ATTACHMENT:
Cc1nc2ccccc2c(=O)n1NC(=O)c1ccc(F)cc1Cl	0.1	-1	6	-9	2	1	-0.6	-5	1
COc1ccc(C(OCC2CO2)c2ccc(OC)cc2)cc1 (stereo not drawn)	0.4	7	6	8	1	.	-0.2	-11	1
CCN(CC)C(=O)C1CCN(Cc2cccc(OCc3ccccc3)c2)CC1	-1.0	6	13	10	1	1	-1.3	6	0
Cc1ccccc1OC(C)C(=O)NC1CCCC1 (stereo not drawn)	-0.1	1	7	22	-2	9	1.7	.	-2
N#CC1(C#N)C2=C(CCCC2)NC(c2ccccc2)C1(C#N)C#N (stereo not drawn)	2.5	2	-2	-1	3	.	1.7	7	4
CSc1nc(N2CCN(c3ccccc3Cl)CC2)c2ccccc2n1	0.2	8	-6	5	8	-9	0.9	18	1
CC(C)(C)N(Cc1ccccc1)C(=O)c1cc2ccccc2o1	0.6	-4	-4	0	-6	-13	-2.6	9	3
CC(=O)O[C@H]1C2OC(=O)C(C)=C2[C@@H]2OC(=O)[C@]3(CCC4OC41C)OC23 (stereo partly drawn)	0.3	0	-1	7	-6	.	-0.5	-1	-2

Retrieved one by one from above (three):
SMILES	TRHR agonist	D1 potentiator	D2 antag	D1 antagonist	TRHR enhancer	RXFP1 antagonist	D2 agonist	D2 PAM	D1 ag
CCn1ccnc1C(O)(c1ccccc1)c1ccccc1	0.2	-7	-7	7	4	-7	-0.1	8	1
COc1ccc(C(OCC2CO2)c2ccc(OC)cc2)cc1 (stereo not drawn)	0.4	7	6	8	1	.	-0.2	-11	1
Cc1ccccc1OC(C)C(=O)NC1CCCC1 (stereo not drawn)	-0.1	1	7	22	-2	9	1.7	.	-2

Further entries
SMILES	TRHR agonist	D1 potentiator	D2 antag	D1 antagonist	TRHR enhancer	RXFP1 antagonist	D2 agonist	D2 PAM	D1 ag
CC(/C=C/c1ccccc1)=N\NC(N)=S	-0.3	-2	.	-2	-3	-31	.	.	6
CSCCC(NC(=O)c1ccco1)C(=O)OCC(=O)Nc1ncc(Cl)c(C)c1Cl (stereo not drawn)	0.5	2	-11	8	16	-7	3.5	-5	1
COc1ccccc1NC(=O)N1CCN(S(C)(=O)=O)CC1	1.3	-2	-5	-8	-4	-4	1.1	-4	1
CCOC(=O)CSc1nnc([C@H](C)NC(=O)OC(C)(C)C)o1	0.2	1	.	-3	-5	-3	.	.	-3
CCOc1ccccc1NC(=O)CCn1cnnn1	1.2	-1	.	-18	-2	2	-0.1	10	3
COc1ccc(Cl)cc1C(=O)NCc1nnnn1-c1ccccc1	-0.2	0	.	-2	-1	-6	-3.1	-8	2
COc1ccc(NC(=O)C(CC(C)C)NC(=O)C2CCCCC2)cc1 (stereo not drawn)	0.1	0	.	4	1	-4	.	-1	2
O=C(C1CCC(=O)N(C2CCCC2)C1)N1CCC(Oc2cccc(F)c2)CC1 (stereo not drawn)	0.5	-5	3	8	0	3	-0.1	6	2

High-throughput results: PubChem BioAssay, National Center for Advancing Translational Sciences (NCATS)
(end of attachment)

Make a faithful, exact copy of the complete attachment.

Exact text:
Cc1nc2ccccc2c(=O)n1NC(=O)c1ccc(F)cc1Cl	0.1	-1	6	-9	2	1	-0.6	-5	1
COc1ccc(C(OCC2CO2)c2ccc(OC)cc2)cc1 (stereo not drawn)	0.4	7	6	8	1	.	-0.2	-11	1
CCN(CC)C(=O)C1CCN(Cc2cccc(OCc3ccccc3)c2)CC1	-1.0	6	13	10	1	1	-1.3	6	0
Cc1ccccc1OC(C)C(=O)NC1CCCC1 (stereo not drawn)	-0.1	1	7	22	-2	9	1.7	.	-2
N#CC1(C#N)C2=C(CCCC2)NC(c2ccccc2)C1(C#N)C#N (stereo not drawn)	2.5	2	-2	-1	3	.	1.7	7	4
CSc1nc(N2CCN(c3ccccc3Cl)CC2)c2ccccc2n1	0.2	8	-6	5	8	-9	0.9	18	1
CC(C)(C)N(Cc1ccccc1)C(=O)c1cc2ccccc2o1	0.6	-4	-4	0	-6	-13	-2.6	9	3
CC(=O)O[C@H]1C2OC(=O)C(C)=C2[C@@H]2OC(=O)[C@]3(CCC4OC41C)OC23 (stereo partly drawn)	0.3	0	-1	7	-6	.	-0.5	-1	-2

Retrieved one by one from above (three):
SMILES	TRHR agonist	D1 potentiator	D2 antag	D1 antagonist	TRHR enhancer	RXFP1 antagonist	D2 agonist	D2 PAM	D1 ag
CCn1ccnc1C(O)(c1ccccc1)c1ccccc1	0.2	-7	-7	7	4	-7	-0.1	8	1
COc1ccc(C(OCC2CO2)c2ccc(OC)cc2)cc1 (stereo not drawn)	0.4	7	6	8	1	.	-0.2	-11	1
Cc1ccccc1OC(C)C(=O)NC1CCCC1 (stereo not drawn)	-0.1	1	7	22	-2	9	1.7	.	-2

Further entries
SMILES	TRHR agonist	D1 potentiator	D2 antag	D1 antagonist	TRHR enhancer	RXFP1 antagonist	D2 agonist	D2 PAM	D1 ag
CC(/C=C/c1ccccc1)=N\NC(N)=S	-0.3	-2	.	-2	-3	-31	.	.	6
CSCCC(NC(=O)c1ccco1)C(=O)OCC(=O)Nc1ncc(Cl)c(C)c1Cl (stereo not drawn)	0.5	2	-11	8	16	-7	3.5	-5	1
COc1ccccc1NC(=O)N1CCN(S(C)(=O)=O)CC1	1.3	-2	-5	-8	-4	-4	1.1	-4	1
CCOC(=O)CSc1nnc([C@H](C)NC(=O)OC(C)(C)C)o1	0.2	1	.	-3	-5	-3	.	.	-3
CCOc1ccccc1NC(=O)CCn1cnnn1	1.2	-1	.	-18	-2	2	-0.1	10	3
COc1ccc(Cl)cc1C(=O)NCc1nnnn1-c1ccccc1	-0.2	0	.	-2	-1	-6	-3.1	-8	2
COc1ccc(NC(=O)C(CC(C)C)NC(=O)C2CCCCC2)cc1 (stereo not drawn)	0.1	0	.	4	1	-4	.	-1	2
O=C(C1CCC(=O)N(C2CCCC2)C1)N1CCC(Oc2cccc(F)c2)CC1 (stereo not drawn)	0.5	-5	3	8	0	3	-0.1	6	2

High-throughput results: PubChem BioAssay, National Center for Advancing Translational Sciences (NCATS)